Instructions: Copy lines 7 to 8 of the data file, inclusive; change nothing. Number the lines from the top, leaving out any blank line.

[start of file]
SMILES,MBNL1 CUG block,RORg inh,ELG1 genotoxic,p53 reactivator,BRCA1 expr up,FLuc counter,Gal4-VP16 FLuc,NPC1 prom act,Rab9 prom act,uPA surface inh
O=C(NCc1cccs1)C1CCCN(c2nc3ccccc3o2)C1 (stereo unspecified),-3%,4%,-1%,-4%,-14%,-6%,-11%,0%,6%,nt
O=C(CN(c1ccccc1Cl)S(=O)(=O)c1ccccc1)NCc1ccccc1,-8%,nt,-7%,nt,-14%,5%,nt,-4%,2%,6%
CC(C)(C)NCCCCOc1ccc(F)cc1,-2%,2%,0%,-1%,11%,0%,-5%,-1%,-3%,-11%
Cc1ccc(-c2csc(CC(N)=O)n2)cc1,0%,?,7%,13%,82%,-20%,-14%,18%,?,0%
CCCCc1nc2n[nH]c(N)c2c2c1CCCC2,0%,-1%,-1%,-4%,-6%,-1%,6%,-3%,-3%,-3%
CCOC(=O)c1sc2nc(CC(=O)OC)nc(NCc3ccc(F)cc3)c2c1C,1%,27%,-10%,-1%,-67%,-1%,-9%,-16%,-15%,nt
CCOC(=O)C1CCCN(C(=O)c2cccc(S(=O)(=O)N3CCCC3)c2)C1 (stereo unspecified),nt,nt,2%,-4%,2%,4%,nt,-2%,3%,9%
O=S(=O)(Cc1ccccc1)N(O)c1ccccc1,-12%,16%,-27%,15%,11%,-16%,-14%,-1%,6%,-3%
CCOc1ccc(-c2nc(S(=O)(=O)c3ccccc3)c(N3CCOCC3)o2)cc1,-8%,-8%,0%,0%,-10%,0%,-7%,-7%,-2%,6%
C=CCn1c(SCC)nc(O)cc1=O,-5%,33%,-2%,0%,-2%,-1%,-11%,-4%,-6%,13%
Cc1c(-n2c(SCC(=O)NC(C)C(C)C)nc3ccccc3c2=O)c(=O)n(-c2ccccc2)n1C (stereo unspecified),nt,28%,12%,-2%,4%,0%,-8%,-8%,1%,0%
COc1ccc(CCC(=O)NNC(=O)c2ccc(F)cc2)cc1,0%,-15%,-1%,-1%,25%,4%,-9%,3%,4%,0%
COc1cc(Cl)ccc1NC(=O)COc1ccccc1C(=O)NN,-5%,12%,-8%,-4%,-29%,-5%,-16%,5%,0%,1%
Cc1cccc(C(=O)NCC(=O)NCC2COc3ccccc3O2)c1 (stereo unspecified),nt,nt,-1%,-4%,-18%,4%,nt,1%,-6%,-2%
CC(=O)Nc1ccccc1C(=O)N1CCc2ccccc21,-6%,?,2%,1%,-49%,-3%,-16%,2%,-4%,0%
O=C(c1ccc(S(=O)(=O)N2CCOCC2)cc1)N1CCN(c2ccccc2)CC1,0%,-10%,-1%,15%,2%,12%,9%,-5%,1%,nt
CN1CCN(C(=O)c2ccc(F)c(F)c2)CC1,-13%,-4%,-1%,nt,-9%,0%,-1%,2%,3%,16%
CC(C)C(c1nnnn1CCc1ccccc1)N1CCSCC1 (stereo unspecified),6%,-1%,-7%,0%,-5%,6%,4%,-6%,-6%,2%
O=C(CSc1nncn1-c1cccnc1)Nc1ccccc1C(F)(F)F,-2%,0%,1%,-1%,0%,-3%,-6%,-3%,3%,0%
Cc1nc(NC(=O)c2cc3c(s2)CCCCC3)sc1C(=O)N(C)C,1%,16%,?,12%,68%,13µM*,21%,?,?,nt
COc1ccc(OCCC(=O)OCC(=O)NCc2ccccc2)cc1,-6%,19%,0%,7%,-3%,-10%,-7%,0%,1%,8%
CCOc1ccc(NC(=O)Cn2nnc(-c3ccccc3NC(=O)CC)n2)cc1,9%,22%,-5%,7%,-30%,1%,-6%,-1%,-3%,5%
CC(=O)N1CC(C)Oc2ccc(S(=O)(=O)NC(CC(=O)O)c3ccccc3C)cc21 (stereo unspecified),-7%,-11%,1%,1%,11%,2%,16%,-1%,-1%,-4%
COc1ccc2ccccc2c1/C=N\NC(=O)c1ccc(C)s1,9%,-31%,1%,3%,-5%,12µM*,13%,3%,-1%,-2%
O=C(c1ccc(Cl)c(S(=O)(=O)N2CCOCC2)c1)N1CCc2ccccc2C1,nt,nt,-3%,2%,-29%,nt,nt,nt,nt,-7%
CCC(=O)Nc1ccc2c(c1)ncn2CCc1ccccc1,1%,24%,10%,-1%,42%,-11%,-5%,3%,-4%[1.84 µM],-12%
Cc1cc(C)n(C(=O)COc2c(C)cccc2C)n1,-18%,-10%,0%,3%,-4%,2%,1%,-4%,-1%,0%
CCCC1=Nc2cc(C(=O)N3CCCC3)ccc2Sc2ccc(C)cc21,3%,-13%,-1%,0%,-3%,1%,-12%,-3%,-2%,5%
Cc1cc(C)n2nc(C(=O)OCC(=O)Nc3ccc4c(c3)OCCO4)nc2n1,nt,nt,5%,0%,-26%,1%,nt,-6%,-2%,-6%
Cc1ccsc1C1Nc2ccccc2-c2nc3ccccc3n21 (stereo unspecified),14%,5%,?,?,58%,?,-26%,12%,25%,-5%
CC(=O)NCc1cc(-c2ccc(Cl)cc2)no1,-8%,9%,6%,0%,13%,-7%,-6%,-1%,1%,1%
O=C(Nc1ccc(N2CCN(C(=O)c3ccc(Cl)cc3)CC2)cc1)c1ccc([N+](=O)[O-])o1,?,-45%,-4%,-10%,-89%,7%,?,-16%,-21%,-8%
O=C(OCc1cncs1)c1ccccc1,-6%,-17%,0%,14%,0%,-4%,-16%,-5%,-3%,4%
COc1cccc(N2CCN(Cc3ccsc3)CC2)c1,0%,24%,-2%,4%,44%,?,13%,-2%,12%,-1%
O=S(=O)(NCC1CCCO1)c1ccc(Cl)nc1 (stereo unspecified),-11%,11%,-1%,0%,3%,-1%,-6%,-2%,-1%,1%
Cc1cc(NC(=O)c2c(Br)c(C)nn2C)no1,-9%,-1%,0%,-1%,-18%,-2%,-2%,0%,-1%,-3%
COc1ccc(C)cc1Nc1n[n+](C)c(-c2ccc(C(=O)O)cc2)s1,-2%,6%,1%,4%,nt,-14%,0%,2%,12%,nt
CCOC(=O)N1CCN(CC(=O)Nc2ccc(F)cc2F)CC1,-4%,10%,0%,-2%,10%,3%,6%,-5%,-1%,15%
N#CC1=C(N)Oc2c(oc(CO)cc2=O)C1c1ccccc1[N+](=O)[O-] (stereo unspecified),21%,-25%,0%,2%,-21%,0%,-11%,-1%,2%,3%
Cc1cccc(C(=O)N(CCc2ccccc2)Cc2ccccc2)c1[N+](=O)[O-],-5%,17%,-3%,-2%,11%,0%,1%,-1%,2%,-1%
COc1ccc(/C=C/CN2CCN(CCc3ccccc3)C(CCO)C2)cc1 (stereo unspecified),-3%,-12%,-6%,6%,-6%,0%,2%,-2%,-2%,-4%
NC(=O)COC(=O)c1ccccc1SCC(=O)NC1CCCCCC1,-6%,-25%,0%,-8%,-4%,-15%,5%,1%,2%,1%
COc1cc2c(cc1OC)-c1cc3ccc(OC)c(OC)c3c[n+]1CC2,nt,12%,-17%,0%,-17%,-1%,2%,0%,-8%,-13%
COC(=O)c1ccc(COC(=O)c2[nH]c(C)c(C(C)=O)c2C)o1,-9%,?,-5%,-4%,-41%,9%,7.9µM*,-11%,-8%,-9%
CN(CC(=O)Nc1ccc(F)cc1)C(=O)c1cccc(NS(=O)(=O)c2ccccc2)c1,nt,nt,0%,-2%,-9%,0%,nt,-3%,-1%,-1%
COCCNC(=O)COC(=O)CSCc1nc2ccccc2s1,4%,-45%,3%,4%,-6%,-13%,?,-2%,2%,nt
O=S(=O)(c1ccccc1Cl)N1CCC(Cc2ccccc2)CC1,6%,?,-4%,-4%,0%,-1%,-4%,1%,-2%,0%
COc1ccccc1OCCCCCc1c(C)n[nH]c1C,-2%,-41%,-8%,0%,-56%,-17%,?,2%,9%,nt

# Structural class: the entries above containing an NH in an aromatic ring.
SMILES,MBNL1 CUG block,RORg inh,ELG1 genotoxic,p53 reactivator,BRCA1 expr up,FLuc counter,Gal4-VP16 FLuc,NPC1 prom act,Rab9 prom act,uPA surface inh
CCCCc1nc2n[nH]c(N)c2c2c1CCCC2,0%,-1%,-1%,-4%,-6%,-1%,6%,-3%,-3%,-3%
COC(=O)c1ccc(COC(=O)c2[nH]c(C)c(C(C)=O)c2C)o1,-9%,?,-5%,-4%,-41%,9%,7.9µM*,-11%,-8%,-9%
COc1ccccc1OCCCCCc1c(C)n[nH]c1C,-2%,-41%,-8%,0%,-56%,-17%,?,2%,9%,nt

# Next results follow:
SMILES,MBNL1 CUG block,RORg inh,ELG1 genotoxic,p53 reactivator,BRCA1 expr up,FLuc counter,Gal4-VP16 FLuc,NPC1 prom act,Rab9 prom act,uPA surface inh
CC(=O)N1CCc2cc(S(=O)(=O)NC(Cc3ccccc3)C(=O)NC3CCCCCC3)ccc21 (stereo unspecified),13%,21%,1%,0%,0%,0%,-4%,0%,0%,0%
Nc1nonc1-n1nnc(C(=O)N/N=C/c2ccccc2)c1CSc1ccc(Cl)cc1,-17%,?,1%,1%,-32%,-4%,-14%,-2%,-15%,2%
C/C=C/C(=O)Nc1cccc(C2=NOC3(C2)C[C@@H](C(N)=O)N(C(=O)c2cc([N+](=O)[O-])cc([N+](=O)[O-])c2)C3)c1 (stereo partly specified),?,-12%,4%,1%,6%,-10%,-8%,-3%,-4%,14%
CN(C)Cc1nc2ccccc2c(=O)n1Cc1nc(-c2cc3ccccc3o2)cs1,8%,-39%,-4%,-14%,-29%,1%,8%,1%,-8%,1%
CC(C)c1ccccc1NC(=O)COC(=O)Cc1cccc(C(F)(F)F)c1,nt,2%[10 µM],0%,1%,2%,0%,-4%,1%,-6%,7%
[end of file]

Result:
CCOC(=O)c1sc2nc(CC(=O)OC)nc(NCc3ccc(F)cc3)c2c1C,1%,27%,-10%,-1%,-67%,-1%,-9%,-16%,-15%,nt
CCOC(=O)C1CCCN(C(=O)c2cccc(S(=O)(=O)N3CCCC3)c2)C1 (stereo unspecified),nt,nt,2%,-4%,2%,4%,nt,-2%,3%,9%